I think parents are crazy if they don't make it a rule that their kids have to friend them (if they are underage).

    • I'm sorry, but that is just plain ridiculous. Yes, it's up to the parents to educate their kids about the (future) "dangers" of posting just about anything on profile pages, but that doesn't mean you have to watch their every move imho.

      What happened to relationships based on trust (even if your kids are still underage)? Being overprotective (read: playing Big Brother) won't really help…

  6. My son was not allowed to be on myspace unless I was his friend. When his friends had pics of stuff that high school kids shouldn’t be doing, and I asked him about it, he threatened to un-friend me. I told him if he un-friended me he would not be able to be on the Internet anymore. He called me the worst friend ever. I reminded him I wasn’t his friend, I am his mom.

    Now he’s in college, and we are friends on Facebook. I remind him now when he gets tagged in pics that employers are going to look him up on Facebook. I think he is starting to listen to me about that.

    I think parents are crazy if they don’t make it a rule that their kids have to friend them (if they are underage).

    • I’m sorry, but that is just plain ridiculous. Yes, it’s up to the parents to educate their kids about the (future) “dangers” of posting just about anything on profile pages, but that doesn’t mean you have to watch their every move imho.

      What happened to relationships based on trust (even if your kids are still underage)? Being overprotective (read: playing Big Brother) won’t really help…

  7. And what happens when your kid runs off with an adult?

    I never told him not to be friends with people, I never told him not to say or do certain things. But I did keep my eye on him, and I knew what he was doing. So, if I saw pictures of kids that hung out at our house drinking or smoking weed, we would sit down and talk about it.

    14 and 15 year olds shouldn't be totally trusted. Its our responsibility to watch them, to be "Big Brother". Then it's our job to ease up on them when they can prove they know what they are doing.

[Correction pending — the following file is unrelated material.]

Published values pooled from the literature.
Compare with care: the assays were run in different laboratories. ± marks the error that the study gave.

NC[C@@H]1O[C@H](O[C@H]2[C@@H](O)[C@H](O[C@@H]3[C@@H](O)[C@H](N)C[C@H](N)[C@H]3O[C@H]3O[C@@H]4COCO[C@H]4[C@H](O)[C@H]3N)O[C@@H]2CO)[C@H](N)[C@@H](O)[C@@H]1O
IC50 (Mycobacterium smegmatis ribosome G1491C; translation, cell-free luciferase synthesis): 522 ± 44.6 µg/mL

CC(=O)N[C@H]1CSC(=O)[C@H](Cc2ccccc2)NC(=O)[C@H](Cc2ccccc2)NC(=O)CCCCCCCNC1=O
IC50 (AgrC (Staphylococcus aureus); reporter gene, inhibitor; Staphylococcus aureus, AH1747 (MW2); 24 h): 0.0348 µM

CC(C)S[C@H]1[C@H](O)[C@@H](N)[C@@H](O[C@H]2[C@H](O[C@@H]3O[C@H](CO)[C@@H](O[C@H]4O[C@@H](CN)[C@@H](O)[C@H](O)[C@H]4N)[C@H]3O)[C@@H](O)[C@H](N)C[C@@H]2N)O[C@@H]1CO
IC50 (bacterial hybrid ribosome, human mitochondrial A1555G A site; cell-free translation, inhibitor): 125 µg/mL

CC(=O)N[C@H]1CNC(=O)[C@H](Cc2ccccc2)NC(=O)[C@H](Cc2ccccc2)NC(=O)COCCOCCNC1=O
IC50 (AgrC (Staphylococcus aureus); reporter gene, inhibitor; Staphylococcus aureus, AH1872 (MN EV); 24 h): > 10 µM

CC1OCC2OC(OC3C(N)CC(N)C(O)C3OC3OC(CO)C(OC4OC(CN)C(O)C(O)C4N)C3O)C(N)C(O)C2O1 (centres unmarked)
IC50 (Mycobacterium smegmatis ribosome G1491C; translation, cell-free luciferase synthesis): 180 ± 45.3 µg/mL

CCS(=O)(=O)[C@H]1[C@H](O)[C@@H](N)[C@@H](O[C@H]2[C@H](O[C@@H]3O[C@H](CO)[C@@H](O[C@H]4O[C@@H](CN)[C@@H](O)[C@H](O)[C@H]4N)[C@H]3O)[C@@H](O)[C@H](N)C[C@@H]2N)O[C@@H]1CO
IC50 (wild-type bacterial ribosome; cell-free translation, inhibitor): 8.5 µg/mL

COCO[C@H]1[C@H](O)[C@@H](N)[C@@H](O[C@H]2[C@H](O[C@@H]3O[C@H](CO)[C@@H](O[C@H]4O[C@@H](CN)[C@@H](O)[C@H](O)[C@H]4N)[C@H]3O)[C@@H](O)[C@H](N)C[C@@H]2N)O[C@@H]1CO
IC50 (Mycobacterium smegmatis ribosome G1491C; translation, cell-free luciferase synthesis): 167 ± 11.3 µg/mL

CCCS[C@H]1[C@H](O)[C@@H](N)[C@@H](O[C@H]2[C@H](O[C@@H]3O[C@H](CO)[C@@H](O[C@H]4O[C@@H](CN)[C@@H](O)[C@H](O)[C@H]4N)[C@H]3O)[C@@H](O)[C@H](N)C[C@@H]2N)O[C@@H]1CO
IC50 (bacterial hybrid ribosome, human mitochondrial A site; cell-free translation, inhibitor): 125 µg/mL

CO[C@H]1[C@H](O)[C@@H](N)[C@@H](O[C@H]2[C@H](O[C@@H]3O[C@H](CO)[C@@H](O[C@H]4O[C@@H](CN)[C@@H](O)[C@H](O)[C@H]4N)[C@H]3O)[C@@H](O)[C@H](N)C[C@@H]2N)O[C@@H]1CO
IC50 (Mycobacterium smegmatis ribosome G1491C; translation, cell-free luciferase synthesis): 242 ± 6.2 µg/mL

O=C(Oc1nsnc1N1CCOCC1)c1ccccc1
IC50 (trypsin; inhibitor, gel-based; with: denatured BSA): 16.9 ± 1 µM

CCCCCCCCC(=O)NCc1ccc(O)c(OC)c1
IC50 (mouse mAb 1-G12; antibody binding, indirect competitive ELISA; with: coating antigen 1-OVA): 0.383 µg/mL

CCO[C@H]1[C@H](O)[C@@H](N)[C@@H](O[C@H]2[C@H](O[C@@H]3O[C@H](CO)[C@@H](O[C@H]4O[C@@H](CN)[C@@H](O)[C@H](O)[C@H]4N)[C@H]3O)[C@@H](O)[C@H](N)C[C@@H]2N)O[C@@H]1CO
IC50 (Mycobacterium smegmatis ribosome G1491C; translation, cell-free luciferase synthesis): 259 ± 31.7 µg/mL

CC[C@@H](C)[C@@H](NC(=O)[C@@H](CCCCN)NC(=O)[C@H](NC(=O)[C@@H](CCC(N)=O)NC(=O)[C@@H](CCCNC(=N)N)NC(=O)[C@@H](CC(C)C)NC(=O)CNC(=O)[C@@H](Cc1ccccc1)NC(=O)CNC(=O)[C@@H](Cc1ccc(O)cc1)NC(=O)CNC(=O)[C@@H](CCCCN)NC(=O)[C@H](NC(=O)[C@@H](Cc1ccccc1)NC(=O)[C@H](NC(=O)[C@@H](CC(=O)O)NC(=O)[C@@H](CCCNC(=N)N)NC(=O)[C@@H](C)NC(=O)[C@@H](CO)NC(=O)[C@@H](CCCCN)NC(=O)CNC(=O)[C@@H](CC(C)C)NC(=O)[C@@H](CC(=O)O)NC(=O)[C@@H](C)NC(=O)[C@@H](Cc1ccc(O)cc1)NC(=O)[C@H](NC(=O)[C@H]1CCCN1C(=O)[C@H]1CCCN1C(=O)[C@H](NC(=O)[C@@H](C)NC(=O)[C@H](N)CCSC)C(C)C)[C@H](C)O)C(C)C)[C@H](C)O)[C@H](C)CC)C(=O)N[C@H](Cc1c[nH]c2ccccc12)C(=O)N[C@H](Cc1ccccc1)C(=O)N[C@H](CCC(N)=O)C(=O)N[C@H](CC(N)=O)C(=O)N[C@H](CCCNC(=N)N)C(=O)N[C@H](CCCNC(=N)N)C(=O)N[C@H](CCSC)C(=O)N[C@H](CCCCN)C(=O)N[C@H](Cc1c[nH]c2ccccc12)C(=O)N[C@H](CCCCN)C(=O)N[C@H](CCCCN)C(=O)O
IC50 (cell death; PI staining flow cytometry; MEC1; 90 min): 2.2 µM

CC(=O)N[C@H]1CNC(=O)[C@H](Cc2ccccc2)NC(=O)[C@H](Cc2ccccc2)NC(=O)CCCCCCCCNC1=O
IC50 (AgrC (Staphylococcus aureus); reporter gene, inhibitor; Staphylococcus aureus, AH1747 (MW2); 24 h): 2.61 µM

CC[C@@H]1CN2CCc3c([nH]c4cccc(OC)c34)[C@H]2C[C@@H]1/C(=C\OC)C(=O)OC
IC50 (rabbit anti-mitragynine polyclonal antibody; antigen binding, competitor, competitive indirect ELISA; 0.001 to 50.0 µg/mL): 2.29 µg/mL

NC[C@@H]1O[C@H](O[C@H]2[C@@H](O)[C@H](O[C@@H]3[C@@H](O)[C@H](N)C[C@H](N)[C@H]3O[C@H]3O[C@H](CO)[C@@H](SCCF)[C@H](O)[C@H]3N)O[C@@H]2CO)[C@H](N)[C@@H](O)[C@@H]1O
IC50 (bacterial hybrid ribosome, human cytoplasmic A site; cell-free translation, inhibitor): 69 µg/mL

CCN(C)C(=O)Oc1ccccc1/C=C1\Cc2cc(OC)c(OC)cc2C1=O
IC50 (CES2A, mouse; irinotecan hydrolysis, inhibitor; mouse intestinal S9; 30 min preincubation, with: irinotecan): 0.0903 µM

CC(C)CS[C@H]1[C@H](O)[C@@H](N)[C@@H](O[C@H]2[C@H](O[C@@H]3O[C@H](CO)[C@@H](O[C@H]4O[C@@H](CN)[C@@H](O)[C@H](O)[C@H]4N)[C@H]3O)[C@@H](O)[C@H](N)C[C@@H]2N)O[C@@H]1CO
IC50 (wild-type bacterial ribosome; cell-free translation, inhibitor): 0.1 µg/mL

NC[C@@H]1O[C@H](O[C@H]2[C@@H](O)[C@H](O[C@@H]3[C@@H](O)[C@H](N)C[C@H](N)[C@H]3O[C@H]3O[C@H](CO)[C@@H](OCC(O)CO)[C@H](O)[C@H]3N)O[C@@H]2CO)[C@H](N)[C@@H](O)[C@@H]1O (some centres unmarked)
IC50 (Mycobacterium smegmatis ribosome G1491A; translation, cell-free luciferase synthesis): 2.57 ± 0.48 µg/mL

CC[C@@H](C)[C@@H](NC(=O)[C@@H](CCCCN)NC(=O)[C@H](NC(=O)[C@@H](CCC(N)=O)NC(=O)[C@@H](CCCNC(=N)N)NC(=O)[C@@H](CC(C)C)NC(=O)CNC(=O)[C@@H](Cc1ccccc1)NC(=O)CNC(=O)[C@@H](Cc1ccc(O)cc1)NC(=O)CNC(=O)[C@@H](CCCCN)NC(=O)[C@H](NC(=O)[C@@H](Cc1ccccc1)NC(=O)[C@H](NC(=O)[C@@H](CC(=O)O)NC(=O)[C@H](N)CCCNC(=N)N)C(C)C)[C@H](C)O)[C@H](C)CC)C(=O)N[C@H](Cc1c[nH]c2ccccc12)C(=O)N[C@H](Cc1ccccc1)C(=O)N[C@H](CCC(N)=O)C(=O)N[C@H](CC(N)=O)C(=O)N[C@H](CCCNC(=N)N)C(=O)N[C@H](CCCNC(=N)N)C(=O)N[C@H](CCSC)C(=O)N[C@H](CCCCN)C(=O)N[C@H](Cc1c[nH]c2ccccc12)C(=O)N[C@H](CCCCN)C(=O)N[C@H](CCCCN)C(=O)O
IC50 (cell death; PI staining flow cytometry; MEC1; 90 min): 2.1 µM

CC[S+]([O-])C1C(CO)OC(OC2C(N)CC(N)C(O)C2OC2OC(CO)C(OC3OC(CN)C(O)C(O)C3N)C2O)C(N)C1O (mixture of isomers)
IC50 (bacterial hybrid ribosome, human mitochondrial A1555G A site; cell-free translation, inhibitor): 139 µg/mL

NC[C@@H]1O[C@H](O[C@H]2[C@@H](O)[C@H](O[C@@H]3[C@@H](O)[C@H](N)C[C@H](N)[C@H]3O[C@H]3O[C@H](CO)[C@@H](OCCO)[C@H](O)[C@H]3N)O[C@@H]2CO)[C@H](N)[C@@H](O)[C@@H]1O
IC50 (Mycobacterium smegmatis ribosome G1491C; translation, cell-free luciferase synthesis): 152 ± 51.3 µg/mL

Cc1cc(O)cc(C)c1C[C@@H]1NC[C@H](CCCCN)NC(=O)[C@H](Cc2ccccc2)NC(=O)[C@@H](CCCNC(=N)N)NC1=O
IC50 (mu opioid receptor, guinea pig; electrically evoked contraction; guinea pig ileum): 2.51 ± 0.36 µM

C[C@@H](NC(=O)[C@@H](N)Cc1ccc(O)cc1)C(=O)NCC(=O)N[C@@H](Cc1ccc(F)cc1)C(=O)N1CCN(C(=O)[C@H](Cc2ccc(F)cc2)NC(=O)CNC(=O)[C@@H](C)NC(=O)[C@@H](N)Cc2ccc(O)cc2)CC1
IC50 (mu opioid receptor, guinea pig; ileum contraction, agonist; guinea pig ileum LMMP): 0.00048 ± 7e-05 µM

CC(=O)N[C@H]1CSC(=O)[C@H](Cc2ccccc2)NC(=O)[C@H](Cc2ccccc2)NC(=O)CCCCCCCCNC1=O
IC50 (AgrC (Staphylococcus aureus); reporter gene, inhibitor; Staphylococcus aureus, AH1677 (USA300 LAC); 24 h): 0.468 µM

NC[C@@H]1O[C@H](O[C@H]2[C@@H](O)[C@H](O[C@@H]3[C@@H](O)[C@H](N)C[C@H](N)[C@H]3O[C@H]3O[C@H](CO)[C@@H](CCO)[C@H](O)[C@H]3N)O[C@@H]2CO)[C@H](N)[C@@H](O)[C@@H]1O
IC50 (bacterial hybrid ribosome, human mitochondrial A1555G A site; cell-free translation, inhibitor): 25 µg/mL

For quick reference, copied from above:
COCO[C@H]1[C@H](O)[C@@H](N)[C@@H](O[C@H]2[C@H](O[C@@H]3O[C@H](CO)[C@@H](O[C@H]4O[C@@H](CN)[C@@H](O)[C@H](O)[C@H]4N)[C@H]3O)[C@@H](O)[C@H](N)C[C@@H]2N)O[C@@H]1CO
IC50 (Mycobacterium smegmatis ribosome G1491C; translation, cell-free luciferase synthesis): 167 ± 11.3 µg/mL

8. And what happens when your kid runs off with an adult?

    I never told him not to be friends with people, I never told him not to say or do certain things. But I did keep my eye on him, and I knew what he was doing. So, if I saw pictures of kids that hung out at our house drinking or smoking weed, we would sit down and talk about it.

    14 and 15 year olds shouldn’t be totally trusted. Its our responsibility to watch them, to be “Big Brother”. Then it’s our job to ease up on them when they can prove they know what they are doing.

  9. I am fine with having my parents friend me on my facebook. While my dad was in Iraq it was an easy way for me to communicate with him, and the feature to block access to certain posts (such as my friends posts and/or my own) to specific users allowed me to friend my grandma as well without worry about them seeing everything going on pertaining to my social life.

    Since they all only use facebook, I can use my myspace to talk about anything I want without any worry, so it balances itself out.

  10. I am fine with having my parents friend me on my facebook. While my dad was in Iraq it was an easy way for me to communicate with him, and the feature to block access to certain posts (such as my friends posts and/or my own) to specific users allowed me to friend my grandma as well without worry about them seeing everything going on pertaining to my social life.

    Since they all only use facebook, I can use my myspace to talk about anything I want without any worry, so it balances itself out.